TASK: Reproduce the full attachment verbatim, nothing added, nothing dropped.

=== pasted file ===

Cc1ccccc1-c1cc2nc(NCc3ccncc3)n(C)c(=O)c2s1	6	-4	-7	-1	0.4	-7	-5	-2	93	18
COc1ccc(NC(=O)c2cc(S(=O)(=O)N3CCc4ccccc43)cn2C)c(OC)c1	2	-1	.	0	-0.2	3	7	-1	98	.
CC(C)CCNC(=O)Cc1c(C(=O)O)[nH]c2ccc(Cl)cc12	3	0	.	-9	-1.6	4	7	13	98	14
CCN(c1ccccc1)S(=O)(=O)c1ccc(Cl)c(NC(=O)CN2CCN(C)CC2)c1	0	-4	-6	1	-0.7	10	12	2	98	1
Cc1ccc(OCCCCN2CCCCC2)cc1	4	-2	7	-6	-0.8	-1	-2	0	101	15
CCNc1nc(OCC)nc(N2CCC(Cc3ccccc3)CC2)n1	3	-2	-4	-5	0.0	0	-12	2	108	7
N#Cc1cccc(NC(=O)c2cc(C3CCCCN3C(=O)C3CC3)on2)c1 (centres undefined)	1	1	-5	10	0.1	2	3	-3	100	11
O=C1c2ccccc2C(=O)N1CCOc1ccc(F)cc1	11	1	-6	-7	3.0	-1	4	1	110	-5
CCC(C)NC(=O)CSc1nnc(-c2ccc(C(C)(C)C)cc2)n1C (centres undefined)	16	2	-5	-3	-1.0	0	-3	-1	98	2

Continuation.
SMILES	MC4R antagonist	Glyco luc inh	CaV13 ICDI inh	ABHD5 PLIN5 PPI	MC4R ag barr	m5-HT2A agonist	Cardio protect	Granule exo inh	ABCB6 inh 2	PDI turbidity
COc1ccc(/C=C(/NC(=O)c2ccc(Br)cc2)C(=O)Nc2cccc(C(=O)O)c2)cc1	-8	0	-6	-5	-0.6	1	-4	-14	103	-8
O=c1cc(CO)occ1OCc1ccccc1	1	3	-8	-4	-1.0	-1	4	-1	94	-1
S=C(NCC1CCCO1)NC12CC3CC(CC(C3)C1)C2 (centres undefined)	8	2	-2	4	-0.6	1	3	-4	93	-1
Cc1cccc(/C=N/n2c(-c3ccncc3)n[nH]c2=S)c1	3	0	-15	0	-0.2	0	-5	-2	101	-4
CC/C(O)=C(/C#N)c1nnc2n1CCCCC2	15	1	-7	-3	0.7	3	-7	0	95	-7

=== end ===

Cc1ccccc1-c1cc2nc(NCc3ccncc3)n(C)c(=O)c2s1	6	-4	-7	-1	0.4	-7	-5	-2	93	18
COc1ccc(NC(=O)c2cc(S(=O)(=O)N3CCc4ccccc43)cn2C)c(OC)c1	2	-1	.	0	-0.2	3	7	-1	98	.
CC(C)CCNC(=O)Cc1c(C(=O)O)[nH]c2ccc(Cl)cc12	3	0	.	-9	-1.6	4	7	13	98	14
CCN(c1ccccc1)S(=O)(=O)c1ccc(Cl)c(NC(=O)CN2CCN(C)CC2)c1	0	-4	-6	1	-0.7	10	12	2	98	1
Cc1ccc(OCCCCN2CCCCC2)cc1	4	-2	7	-6	-0.8	-1	-2	0	101	15
CCNc1nc(OCC)nc(N2CCC(Cc3ccccc3)CC2)n1	3	-2	-4	-5	0.0	0	-12	2	108	7
N#Cc1cccc(NC(=O)c2cc(C3CCCCN3C(=O)C3CC3)on2)c1 (centres undefined)	1	1	-5	10	0.1	2	3	-3	100	11
O=C1c2ccccc2C(=O)N1CCOc1ccc(F)cc1	11	1	-6	-7	3.0	-1	4	1	110	-5
CCC(C)NC(=O)CSc1nnc(-c2ccc(C(C)(C)C)cc2)n1C (centres undefined)	16	2	-5	-3	-1.0	0	-3	-1	98	2

Continuation.
SMILES	MC4R antagonist	Glyco luc inh	CaV13 ICDI inh	ABHD5 PLIN5 PPI	MC4R ag barr	m5-HT2A agonist	Cardio protect	Granule exo inh	ABCB6 inh 2	PDI turbidity
COc1ccc(/C=C(/NC(=O)c2ccc(Br)cc2)C(=O)Nc2cccc(C(=O)O)c2)cc1	-8	0	-6	-5	-0.6	1	-4	-14	103	-8
O=c1cc(CO)occ1OCc1ccccc1	1	3	-8	-4	-1.0	-1	4	-1	94	-1
S=C(NCC1CCCO1)NC12CC3CC(CC(C3)C1)C2 (centres undefined)	8	2	-2	4	-0.6	1	3	-4	93	-1
Cc1cccc(/C=N/n2c(-c3ccncc3)n[nH]c2=S)c1	3	0	-15	0	-0.2	0	-5	-2	101	-4
CC/C(O)=C(/C#N)c1nnc2n1CCCCC2	15	1	-7	-3	0.7	3	-7	0	95	-7